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Gods and Monsters (Mostly Monsters) at the Academy’s 'Universal's Legacy of Horror' Film Series

Thompson on Hollywood By Aljean Harmetz | Thompson on Hollywood October 8, 2012 at 12:45PM

Good horror films have always been about more than surfeiting movie audiences with chills and thrills, as 100 years of Universal movies dramatically demonstrate. The Academy’s “Legacy of Horror” film series, which screens during October to celebrate Universal’s centennial is a warning to those who dare to create life (“The Bride of Frankenstein,” 1935) or extend it beyond death (“Dracula,” 1931) or to push science to extremes that should be unattainable, as Claude Rains discovers in “The Invisible Man” (1933).
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'Dracula'
'Dracula'
"The Invisible Man" 1933
"The Invisible Man" 1933

Stuck in their coffins for more than 12 hours a day, Vampires had a lot less fun in 1931 than they do in 2012.  “I am…Count…Dracula,” murmurs Bela Lugosi, who has to hypnotize attractive virgins before he can lean across them to bestow his metaphor for hot sex, a bite on the neck. Robert Pattinson’s Edward Cullen has only to look moody and incredibly handsome as he struggles with his impossible love for the human Bella Swan. And the sex is no metaphor. By the end of the “Twilight” series, he has married Bella and fathered a half-human, half-vampire daughter.

Good horror films have always been about more than surfeiting movie audiences with chills and thrills, as 100 years of Universal movies dramatically demonstrate.  The Academy’s “Legacy of Horror” film series, which screens during October to celebrate Universal’s centennial is a warning to those who dare to create life (“The Bride of Frankenstein,” 1935) or extend it beyond death (“Dracula,” 1931) or to push science to extremes that should be unattainable, as Claude Rains discovers in “The Invisible Man” (1933).

Some horror movies have Freudian interpretations.  Hitchcock’s “The Birds” (1963) is more about female sexuality than it is about paranoid seagulls.  Lon Chaney in the 1925 “The Phantom of the Opera” is a hideously deformed man who, like Frankenstein’s monster, yearns for love.  And some horror movies are simply standard bottom-of-the-double-bill B movies, including “Abbott and Costello Meet Frankenstein” (1948) and “The Ghost and Mr. Chicken” (1966.)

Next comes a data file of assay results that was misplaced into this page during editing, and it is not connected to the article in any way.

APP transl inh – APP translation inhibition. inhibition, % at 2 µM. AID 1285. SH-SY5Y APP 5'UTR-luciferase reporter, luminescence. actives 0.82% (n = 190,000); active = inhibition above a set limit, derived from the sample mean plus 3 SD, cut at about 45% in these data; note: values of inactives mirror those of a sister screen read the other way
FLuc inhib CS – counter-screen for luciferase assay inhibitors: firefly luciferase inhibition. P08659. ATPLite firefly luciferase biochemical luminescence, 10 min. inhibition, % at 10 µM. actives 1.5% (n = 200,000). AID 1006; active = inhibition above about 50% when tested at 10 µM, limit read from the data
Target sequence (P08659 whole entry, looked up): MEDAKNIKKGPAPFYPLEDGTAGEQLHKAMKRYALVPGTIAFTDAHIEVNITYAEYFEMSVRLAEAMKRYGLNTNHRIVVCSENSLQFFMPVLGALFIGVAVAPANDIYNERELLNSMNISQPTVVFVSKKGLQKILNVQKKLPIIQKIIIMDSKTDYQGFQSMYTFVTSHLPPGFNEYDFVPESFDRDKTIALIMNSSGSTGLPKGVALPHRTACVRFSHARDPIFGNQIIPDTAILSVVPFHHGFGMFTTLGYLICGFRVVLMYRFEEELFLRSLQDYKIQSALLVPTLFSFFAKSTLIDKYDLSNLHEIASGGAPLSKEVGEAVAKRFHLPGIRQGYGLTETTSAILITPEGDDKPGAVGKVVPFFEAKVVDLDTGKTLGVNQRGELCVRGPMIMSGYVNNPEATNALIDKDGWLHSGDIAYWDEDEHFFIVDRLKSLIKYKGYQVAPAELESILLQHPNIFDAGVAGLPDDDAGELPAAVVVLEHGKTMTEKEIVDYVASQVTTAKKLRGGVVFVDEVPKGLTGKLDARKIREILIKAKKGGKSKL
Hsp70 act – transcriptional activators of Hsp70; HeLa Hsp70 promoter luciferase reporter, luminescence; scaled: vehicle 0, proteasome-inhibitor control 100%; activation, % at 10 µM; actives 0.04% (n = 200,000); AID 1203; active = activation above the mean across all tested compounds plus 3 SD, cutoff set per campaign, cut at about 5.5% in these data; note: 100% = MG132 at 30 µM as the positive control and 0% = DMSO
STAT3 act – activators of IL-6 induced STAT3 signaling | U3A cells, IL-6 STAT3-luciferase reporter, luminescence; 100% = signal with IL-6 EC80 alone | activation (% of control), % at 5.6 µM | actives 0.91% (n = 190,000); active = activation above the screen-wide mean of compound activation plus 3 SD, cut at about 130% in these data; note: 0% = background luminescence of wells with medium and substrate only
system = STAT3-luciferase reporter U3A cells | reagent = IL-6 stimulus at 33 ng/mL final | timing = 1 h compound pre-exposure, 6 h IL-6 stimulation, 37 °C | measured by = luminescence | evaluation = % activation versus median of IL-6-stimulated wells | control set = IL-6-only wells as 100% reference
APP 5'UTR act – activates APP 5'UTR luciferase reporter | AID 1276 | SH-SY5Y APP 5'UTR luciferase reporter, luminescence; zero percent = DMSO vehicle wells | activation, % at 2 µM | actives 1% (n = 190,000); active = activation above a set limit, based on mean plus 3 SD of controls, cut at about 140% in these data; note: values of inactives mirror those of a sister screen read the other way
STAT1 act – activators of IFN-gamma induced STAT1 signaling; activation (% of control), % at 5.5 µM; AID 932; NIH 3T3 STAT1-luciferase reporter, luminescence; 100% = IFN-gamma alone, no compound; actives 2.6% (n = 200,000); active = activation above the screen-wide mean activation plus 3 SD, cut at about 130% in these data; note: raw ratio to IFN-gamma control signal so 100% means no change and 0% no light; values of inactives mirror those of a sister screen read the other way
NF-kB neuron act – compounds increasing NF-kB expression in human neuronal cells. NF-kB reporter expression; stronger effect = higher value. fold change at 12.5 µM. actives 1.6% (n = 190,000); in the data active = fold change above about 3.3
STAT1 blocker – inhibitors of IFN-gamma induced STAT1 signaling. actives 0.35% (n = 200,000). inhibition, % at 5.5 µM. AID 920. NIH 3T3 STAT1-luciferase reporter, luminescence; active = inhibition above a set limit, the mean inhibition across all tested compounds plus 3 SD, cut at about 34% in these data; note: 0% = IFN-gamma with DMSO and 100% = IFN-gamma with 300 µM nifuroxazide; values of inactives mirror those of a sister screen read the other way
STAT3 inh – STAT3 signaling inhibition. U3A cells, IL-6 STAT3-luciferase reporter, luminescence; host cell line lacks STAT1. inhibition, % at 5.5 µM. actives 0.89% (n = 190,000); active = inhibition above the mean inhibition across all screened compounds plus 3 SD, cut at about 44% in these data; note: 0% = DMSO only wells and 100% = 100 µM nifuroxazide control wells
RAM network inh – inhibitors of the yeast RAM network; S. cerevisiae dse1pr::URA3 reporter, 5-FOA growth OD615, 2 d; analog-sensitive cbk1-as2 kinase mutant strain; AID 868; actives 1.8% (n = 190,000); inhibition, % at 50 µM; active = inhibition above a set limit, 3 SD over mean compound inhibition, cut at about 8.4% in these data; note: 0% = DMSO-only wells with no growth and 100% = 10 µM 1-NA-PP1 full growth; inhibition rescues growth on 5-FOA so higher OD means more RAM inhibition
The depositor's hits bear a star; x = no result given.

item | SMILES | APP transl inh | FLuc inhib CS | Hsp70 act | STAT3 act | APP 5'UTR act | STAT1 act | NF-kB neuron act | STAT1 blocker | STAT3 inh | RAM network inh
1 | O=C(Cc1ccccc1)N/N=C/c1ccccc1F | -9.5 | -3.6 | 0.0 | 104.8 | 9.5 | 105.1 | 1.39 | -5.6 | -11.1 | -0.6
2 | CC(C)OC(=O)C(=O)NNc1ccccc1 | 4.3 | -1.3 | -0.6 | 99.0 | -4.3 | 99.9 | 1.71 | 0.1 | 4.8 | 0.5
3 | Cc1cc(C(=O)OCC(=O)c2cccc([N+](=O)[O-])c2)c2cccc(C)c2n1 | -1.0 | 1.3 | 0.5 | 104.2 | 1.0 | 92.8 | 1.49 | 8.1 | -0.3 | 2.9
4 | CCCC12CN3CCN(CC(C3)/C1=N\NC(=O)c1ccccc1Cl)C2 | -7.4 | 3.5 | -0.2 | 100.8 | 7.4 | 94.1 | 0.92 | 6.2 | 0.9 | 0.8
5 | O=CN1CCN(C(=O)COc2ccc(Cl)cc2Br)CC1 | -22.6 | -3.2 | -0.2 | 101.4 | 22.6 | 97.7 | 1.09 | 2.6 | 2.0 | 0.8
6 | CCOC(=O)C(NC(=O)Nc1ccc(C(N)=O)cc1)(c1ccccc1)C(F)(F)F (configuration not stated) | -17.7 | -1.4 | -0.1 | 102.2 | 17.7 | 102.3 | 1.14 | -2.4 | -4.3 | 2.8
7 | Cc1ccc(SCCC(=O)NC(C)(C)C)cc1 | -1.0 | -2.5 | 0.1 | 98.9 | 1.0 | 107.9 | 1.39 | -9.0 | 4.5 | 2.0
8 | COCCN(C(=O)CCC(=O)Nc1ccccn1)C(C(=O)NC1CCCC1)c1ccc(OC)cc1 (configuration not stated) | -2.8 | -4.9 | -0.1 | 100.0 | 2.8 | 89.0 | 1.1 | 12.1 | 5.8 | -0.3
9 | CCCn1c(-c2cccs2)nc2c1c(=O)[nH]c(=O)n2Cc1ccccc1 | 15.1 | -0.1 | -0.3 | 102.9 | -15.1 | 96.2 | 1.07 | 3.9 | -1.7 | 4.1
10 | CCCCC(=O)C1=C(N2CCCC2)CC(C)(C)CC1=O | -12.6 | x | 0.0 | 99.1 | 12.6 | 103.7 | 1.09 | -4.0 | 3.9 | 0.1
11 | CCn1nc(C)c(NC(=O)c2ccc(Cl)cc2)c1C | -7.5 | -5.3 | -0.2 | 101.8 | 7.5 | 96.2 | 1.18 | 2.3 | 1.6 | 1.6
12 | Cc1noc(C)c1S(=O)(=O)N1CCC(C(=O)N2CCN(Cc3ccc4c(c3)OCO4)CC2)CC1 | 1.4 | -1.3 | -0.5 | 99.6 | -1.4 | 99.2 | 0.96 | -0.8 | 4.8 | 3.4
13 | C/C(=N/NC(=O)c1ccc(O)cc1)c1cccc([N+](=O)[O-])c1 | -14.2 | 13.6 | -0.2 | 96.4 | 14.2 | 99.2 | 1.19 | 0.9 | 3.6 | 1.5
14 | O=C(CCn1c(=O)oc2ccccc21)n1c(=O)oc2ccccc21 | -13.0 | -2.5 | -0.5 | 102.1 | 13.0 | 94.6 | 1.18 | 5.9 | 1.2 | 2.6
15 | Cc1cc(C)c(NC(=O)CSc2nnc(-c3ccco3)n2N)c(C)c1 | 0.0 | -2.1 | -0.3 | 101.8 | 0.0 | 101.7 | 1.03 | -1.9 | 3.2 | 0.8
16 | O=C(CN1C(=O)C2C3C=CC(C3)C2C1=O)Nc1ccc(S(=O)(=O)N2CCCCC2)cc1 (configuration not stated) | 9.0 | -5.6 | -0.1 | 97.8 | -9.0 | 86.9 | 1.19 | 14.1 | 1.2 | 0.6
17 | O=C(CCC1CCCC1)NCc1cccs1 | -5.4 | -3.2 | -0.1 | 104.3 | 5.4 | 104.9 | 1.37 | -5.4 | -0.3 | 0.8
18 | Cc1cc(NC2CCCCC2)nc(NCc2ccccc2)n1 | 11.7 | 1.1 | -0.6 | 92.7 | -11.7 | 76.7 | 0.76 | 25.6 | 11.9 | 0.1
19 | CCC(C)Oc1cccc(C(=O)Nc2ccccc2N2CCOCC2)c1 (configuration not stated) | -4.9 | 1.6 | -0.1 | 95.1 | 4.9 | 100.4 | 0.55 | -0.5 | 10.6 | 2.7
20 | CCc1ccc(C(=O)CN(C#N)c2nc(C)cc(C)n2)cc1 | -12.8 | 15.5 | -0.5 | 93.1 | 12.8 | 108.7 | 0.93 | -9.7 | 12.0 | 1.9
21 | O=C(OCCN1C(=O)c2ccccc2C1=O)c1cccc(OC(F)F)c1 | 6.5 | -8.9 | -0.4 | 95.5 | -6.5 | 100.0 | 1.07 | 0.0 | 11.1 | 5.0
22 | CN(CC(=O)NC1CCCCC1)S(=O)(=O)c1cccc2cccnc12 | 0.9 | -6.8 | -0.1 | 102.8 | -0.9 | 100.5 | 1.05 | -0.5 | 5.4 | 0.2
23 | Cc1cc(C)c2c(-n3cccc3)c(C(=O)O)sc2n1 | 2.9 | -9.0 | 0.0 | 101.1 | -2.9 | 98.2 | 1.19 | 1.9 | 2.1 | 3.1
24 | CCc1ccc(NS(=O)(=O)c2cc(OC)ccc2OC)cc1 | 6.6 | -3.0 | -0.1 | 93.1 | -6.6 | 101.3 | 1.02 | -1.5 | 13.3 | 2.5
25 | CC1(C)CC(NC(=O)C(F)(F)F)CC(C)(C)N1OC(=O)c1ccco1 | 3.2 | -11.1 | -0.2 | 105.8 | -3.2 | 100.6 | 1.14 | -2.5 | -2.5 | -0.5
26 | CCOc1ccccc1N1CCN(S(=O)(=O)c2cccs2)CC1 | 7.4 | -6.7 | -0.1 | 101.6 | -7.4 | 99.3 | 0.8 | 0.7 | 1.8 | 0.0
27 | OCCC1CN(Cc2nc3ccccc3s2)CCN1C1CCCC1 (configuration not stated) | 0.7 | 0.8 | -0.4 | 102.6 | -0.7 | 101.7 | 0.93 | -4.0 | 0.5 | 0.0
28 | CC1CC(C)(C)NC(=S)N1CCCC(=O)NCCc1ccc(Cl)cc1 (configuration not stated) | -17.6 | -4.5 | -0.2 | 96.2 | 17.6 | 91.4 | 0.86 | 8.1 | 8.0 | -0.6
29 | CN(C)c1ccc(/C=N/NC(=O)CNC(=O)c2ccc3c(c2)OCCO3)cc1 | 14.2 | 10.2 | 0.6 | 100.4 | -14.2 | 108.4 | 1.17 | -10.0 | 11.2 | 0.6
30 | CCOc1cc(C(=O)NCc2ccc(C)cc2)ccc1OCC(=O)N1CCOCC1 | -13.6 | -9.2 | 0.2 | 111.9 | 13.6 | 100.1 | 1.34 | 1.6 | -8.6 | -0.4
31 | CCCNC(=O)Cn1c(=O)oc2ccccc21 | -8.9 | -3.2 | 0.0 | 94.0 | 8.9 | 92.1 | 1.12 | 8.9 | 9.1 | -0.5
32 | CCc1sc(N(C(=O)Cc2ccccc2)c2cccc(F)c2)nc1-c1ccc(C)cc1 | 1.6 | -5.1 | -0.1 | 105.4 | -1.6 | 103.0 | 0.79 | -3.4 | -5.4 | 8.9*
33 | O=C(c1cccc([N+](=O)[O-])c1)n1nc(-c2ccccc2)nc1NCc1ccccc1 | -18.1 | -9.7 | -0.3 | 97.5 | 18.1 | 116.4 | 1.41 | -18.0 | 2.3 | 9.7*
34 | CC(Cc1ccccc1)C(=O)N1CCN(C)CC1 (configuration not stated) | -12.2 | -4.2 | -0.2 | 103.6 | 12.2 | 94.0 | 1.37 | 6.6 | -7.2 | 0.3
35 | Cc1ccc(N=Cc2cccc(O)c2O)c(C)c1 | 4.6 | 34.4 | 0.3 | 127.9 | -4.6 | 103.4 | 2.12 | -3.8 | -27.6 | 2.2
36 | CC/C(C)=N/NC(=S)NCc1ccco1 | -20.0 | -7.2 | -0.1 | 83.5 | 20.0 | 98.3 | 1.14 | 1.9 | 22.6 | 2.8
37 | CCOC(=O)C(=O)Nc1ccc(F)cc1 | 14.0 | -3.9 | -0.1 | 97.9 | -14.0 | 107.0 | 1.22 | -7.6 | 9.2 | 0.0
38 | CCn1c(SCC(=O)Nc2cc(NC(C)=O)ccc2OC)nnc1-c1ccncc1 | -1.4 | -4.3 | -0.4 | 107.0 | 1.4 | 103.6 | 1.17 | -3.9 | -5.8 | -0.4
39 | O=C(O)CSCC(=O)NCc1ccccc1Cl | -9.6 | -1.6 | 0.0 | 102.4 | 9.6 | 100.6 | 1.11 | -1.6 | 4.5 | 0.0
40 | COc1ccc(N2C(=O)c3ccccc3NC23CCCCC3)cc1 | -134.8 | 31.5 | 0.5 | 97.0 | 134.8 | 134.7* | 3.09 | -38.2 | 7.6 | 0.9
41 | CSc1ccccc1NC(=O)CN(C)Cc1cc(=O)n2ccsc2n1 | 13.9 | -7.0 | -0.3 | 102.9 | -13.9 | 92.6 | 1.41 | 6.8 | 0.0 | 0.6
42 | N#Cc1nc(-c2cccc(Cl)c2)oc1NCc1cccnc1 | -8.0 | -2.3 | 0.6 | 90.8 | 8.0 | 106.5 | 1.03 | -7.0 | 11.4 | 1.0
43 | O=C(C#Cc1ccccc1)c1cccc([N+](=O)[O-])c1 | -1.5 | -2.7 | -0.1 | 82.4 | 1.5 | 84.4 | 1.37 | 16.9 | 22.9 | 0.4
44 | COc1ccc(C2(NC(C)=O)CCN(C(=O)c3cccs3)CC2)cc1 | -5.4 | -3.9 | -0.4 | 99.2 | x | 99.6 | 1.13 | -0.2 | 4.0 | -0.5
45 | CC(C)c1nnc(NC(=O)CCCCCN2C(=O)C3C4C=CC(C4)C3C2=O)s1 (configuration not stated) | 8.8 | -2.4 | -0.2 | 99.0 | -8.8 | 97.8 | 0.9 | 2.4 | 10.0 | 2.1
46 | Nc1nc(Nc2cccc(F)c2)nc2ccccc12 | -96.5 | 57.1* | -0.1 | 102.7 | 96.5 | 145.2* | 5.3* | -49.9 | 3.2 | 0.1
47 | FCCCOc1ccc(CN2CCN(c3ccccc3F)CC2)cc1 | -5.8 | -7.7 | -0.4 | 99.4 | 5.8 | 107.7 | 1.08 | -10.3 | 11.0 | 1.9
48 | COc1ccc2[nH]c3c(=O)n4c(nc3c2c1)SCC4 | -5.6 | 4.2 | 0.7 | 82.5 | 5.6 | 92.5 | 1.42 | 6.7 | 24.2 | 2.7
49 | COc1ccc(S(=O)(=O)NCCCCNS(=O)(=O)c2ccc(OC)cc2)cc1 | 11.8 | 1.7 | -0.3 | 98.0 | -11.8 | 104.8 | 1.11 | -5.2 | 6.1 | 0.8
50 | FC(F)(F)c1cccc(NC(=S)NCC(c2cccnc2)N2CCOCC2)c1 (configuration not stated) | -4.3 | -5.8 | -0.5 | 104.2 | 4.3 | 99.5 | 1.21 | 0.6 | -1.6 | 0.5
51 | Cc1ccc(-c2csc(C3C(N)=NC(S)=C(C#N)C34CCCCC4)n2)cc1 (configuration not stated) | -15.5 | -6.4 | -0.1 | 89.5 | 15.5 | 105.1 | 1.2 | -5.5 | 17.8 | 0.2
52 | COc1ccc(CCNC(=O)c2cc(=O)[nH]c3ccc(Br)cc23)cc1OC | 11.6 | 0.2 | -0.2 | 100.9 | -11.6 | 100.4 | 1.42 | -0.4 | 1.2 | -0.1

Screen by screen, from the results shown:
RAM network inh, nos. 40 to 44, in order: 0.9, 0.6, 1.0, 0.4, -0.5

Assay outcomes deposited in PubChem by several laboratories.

If Universal is 100 years old now, one person in the audience for the opening night of the October series predates the founding of the studio by Carl Laemmle.  Carla Laemmle, 103 years old and the founder’s niece, watched herself deliver the opening line in “Dracula.”  Other actresses will also be “special guests:” Julie Adams from “Creature from the Black Lagoon” (1954); Tippi Hedren and Veronica Cartwright, two of the four needy birds in “The Birds.”  When “An American Werewolf in London” (1981) screens on October 9, the director John Landis and makeup artist Rick Baker will be the special guests.

Claude Rains’ daughter, Jessica Rains, will not be at the screening of “The Invisible Man” October 16, but she has an indelible memory of the movie.  “My father never went to see his movies.  When I went to summer camp and they asked me what my father did, I said, ‘He’s a farmer.’  I was raised on a farm in Pennsylvania where we grew wheat, oats, rye, and raised pigs and cattle.  I had never seen any of his movies. But, in 1948, when I was 10, one day he said, ‘Get dressed.  Put your coat on.’  He got all bundled up and put a scarf around his face so he wouldn’t be recognized, and we drove to this little funky theatre in this little town.  And he began in a very loud voice to explain to me how they did the special effects.  You couldn’t miss that voice, so everybody in the theatre turned around to look at him.

 “He never took me to another of his movies.”

See the full 'Legacy of Horror' schedule below:

This article is related to: Classics, Universal Pictures


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